While it’s not as boring as The Spirits Within, it’s hard to figure out exactly what’s going on and which is its own set of issues. However, the convoluted plots can at least create some killer action scenes.

5/9 Final Fantasy: Legend of the Crystals

As mentioned in the intro, this was the first adaptation. Final Fantasy: Legend of the Crystals premiered in Japan on March 21, 1994. It came out in four episodes throughout the year and wouldn’t get a North American release until November 17, 1998 as a complete package. It was a sequel to Final Fantasy 5.

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Because it was released as an OVA, it has high production values. VHS conversion may not have high screen options, but the animation itself still looks great. It’s sort of related to the game, but not really. Still, it at least looks like a Final Fantasy adventure both in looks and with its many references. It sways on the generic side of 90s anime, but overall it’s not too bad.

4/9 Brotherhood: Final Fantasy XV

Along with Kingsglaive, this was released as a free preview of the main game. The first episode aired on March 30, 2016 and it ended in September, just before the launch of Final Fantasy 15. Each of the five episodes dives into one of the brothers, with the final episode combining all four tales for an epic battle.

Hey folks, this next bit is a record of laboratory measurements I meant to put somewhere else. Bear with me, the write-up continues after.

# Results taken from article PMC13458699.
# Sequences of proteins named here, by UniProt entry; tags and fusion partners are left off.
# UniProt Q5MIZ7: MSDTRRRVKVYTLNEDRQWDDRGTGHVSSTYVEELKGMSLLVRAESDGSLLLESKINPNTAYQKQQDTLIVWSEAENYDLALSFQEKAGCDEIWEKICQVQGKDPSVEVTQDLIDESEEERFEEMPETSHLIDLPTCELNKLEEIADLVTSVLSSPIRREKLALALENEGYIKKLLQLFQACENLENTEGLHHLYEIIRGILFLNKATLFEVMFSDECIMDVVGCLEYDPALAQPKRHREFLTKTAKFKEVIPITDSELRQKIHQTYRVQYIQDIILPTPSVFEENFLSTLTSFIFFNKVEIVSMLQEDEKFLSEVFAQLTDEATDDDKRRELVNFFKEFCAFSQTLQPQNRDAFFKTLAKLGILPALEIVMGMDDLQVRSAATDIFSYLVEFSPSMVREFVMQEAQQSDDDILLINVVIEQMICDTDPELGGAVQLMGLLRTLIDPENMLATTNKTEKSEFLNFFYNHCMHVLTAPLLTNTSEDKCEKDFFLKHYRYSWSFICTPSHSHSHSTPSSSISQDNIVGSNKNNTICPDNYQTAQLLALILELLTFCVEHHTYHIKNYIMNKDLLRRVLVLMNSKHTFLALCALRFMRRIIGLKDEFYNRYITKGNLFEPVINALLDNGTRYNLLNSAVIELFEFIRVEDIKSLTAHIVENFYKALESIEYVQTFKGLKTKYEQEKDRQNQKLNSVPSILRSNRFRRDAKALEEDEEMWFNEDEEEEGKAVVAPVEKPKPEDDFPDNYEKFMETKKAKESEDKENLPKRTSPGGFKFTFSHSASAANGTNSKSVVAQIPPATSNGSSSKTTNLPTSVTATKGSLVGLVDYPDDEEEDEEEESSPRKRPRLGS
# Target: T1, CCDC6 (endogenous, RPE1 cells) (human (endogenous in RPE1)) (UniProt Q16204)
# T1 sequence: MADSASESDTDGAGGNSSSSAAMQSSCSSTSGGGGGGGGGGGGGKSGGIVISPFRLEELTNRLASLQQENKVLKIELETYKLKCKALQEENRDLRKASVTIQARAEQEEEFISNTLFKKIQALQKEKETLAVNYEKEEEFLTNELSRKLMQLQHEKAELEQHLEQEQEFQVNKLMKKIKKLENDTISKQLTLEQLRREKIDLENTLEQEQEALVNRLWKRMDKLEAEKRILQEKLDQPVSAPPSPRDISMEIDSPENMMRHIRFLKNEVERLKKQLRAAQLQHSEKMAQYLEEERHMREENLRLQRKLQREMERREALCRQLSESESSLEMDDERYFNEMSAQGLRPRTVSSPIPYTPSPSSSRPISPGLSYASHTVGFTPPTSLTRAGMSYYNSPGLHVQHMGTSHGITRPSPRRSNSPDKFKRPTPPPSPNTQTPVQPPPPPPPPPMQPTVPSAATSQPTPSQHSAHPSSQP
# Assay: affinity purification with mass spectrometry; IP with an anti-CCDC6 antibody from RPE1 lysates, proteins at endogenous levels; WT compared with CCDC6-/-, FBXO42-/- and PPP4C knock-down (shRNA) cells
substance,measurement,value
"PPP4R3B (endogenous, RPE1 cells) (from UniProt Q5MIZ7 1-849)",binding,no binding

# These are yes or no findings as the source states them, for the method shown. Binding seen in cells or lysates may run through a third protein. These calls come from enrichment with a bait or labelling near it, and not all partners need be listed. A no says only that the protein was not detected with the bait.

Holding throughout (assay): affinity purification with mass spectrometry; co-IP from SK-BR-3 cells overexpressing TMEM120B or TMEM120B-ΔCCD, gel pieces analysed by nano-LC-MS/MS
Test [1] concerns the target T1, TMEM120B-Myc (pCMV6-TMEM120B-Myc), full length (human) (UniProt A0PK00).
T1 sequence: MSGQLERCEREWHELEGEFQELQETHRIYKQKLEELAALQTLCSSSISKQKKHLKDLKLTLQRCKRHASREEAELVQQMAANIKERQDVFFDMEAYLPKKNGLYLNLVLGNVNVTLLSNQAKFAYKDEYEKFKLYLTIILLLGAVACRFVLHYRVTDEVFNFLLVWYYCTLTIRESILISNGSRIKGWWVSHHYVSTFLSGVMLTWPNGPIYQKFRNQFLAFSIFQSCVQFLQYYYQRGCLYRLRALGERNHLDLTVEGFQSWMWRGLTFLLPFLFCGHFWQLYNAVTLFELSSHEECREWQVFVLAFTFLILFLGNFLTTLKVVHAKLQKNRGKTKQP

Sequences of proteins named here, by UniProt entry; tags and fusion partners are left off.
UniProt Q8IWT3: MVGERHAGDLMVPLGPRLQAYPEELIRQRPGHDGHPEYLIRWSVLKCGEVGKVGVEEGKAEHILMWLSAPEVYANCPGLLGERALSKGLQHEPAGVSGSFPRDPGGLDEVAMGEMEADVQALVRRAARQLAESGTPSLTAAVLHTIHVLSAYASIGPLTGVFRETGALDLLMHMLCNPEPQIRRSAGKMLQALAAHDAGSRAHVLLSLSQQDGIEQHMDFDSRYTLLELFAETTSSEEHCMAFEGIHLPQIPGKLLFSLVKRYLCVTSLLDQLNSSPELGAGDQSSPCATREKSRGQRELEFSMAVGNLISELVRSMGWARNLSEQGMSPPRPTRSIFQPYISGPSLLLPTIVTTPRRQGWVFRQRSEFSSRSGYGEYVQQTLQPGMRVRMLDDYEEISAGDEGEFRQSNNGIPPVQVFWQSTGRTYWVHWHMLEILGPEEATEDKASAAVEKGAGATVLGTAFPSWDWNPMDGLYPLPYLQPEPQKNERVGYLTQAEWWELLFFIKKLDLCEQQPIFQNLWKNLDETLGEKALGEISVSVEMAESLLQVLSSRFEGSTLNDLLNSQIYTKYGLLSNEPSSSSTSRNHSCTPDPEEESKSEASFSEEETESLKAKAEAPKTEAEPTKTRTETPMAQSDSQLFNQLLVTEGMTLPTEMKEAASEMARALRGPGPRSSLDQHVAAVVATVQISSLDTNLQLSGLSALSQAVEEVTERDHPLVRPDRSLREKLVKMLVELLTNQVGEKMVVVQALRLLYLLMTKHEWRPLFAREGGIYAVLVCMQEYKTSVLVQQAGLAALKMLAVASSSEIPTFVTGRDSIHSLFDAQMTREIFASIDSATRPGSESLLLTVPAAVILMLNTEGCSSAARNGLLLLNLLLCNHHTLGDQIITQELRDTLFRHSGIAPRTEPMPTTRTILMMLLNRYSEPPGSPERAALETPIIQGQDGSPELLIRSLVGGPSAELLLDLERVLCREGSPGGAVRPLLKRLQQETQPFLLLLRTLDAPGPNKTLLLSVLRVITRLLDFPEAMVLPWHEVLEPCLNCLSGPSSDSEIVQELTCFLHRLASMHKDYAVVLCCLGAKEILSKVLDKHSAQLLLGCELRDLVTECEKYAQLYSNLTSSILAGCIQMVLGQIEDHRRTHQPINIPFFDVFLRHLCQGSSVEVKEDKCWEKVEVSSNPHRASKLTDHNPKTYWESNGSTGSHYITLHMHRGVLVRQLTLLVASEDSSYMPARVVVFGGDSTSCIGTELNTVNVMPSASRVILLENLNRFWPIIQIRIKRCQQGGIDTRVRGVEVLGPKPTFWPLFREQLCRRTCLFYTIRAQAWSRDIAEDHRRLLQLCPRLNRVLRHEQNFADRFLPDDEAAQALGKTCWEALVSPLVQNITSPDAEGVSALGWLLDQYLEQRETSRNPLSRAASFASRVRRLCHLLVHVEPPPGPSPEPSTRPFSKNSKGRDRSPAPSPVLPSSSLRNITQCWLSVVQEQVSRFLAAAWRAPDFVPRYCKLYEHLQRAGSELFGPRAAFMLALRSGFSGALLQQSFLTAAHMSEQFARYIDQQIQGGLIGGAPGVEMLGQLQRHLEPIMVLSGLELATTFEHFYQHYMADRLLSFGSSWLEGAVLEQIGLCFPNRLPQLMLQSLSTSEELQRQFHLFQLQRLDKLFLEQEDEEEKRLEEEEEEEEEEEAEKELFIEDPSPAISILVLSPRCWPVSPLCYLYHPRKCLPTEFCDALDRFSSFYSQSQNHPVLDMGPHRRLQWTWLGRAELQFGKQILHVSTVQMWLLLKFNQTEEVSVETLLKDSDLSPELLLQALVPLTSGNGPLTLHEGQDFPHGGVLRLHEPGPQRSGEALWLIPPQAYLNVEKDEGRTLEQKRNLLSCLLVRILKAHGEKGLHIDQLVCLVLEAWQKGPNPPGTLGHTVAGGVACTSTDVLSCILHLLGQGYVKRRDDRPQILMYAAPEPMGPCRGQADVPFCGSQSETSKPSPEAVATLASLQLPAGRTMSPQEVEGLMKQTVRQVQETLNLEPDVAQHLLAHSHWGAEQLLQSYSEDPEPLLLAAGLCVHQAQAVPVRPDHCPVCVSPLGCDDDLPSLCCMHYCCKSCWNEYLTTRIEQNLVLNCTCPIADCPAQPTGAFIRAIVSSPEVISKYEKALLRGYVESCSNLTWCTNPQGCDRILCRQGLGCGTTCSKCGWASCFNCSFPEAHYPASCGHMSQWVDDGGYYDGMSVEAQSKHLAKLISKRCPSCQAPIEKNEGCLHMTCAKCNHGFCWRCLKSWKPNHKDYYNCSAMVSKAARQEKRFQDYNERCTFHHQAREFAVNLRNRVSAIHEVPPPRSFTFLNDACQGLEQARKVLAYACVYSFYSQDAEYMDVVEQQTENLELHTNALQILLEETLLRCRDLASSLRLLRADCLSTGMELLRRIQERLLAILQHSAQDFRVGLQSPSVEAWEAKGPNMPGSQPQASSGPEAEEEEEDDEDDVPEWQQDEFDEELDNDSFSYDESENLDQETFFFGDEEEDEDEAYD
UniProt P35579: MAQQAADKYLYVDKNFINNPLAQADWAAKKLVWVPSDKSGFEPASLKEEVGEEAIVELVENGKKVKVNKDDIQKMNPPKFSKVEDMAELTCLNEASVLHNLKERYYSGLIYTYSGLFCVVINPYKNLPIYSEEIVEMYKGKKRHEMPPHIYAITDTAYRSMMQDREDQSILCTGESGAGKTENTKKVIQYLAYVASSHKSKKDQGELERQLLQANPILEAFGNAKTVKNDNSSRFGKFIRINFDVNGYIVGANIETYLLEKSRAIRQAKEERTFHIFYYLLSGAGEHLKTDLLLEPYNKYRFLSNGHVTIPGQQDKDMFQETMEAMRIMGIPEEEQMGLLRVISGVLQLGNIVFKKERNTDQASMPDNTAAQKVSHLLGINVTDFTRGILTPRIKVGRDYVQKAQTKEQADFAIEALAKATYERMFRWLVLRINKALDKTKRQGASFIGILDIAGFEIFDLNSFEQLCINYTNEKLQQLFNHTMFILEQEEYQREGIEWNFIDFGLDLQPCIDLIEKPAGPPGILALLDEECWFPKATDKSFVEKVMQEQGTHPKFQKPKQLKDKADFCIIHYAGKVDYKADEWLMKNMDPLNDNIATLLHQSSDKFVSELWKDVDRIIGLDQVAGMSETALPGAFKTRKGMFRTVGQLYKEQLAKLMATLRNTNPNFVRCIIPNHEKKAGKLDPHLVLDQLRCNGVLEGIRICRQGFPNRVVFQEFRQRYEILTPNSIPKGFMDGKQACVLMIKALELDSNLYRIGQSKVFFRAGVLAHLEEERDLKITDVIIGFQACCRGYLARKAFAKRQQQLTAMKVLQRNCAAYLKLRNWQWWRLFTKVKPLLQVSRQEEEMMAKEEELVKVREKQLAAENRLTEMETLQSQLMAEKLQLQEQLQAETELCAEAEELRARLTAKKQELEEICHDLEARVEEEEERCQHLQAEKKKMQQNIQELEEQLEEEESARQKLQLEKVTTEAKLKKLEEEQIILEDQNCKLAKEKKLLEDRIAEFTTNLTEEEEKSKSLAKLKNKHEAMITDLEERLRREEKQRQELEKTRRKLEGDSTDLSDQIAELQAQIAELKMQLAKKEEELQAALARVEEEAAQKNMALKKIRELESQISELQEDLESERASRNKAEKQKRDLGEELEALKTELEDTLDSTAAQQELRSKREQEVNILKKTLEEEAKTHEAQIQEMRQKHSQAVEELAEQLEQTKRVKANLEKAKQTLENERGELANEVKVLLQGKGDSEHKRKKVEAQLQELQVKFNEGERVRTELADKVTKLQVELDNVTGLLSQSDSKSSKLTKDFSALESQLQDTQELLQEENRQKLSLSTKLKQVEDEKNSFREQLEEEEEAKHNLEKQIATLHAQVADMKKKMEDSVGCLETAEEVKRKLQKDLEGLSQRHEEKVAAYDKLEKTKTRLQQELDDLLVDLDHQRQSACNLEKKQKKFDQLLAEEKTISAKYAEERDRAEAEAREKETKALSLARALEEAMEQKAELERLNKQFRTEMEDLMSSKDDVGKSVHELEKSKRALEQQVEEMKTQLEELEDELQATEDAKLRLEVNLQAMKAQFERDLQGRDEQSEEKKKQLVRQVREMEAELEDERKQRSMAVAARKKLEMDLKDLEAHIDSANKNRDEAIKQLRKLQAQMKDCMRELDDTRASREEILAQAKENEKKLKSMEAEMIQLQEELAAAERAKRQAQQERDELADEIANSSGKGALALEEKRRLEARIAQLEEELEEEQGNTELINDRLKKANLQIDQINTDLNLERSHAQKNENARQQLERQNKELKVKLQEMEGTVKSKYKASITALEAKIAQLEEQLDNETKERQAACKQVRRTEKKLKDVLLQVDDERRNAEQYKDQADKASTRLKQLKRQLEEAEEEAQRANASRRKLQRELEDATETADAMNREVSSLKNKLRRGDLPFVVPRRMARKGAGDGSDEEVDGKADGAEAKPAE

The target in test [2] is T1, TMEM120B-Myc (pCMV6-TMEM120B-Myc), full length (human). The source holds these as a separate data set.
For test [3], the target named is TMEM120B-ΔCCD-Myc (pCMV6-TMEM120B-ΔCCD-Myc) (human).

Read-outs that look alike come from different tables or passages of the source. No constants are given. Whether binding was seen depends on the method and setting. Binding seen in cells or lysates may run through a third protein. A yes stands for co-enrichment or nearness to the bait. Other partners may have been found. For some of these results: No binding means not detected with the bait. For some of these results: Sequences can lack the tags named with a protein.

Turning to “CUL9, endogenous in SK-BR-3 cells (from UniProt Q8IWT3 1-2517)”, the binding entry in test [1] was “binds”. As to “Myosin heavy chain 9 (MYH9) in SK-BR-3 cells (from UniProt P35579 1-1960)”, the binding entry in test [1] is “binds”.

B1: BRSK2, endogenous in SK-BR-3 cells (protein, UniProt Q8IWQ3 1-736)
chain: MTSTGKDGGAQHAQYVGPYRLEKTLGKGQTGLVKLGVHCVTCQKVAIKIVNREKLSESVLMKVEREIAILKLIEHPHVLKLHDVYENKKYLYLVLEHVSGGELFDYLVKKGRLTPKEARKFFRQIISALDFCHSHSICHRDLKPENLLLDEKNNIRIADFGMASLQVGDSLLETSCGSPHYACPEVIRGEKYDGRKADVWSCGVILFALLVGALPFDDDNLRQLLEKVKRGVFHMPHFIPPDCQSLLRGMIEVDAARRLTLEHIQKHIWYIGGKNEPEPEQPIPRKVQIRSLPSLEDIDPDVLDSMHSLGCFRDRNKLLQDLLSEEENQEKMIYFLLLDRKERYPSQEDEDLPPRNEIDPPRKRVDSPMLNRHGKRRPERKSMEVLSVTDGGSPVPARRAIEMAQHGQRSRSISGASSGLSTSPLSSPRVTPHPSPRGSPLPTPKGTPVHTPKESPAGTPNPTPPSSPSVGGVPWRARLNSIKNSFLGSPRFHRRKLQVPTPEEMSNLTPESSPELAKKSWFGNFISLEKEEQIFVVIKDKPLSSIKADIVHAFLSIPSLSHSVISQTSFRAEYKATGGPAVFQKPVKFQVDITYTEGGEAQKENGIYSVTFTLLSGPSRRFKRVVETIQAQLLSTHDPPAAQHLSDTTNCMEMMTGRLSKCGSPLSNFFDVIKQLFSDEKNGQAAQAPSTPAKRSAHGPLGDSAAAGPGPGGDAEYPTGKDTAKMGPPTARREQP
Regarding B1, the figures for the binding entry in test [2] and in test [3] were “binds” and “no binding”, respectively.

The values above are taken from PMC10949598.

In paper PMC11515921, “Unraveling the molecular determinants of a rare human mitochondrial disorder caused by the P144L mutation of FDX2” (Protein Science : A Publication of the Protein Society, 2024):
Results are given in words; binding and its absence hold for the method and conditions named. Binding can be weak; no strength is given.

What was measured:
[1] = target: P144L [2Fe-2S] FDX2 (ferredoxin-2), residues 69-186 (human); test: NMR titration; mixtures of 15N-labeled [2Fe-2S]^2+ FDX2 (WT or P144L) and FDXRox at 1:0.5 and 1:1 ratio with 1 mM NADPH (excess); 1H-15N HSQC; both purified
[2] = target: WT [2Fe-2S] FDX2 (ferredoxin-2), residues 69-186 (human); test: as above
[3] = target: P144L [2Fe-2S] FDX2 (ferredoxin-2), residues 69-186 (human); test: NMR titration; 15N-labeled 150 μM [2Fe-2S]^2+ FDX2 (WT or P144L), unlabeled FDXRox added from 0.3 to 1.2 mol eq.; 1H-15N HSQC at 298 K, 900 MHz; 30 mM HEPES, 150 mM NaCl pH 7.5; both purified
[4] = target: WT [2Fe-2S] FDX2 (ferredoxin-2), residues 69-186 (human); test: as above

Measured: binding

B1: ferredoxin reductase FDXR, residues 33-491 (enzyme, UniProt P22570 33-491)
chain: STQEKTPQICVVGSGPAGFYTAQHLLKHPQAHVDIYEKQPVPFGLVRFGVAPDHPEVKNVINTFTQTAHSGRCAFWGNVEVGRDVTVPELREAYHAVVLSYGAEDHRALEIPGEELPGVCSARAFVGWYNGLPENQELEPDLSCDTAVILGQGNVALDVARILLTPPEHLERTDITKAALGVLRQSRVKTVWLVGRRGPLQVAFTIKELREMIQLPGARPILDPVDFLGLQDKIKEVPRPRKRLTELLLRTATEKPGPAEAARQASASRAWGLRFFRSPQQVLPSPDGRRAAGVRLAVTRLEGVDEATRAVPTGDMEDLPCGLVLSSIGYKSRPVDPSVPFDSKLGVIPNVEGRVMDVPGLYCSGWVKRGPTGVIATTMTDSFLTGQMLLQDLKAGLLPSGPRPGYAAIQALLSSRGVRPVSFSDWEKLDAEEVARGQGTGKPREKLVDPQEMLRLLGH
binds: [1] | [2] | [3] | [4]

Later, there was also an exclusive episode on Lunafreya, which came with one of the higher collectible versions of the game. These are short, but do a good job of giving players some context for the characters. They are charming and even funny at times.

3/9 Last Order: Final Fantasy VII

Before Crisis Core, the PSP prequel starring Zack, this was the best way to view the showdown between Sephiroth, Cloud, Tifa, and Zack on Mount Nibel. Last Order: Final Fantasy 7 released first on September 14, 2005 in Japan, even though North America wouldn’t get it before February 20, 2007

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The entire story takes place when Sephiroth goes mad and burns Nibelheim. It ends with Zack and Cloud escaping in the truck to Midgar. Even though the animation still looks slick, this climactic moment is better in the aforementioned game. It should hit even harder every time Final Fantasy 7 Remake gets there.

2/9 Final Fantasy: Unlimited

Final Fantasy: Unlimited isn’t really a Final Fantasy spin-off. That is to say, it has very little to do with the games, although one could conceivably tie some things to the different universes. The first episode released in Japan on October 2, 2001. It ended the following March. It will be released in North America via DVD sets between 2003 and 2004.

He also has qualities like Cid and present Chocobos that are iconic. That said, again, it doesn’t follow a traditional plot, that’s the point here. It meanders towards the second half, but even if it strays away from Final Fantasy, it’s a decent B-level anime with some real laughs. Chobi is the standout star.

1/9 Final Fantasy VII: Children of Advent

Even if some things didn’t hold up, like the graphics – which like The Spirits Within were exceptional at the time – Advent Children remains the best video game adaptation to film. It was created on September 14, 2005 in Japan and April 25, 2006 in North America.

The first hour is slow and the overall tone is gloomy, but that last hour is adrenaline-fueled mayhem. The action choreography is still top notch. It’s like Dragon Ball Z had a baby with Final Fantasy 7. It doesn’t make much sense, but at least it’s fun to watch.

NEXT: Final Fantasy 7 Remake: The Craziest Fan Theories That Might Actually Be True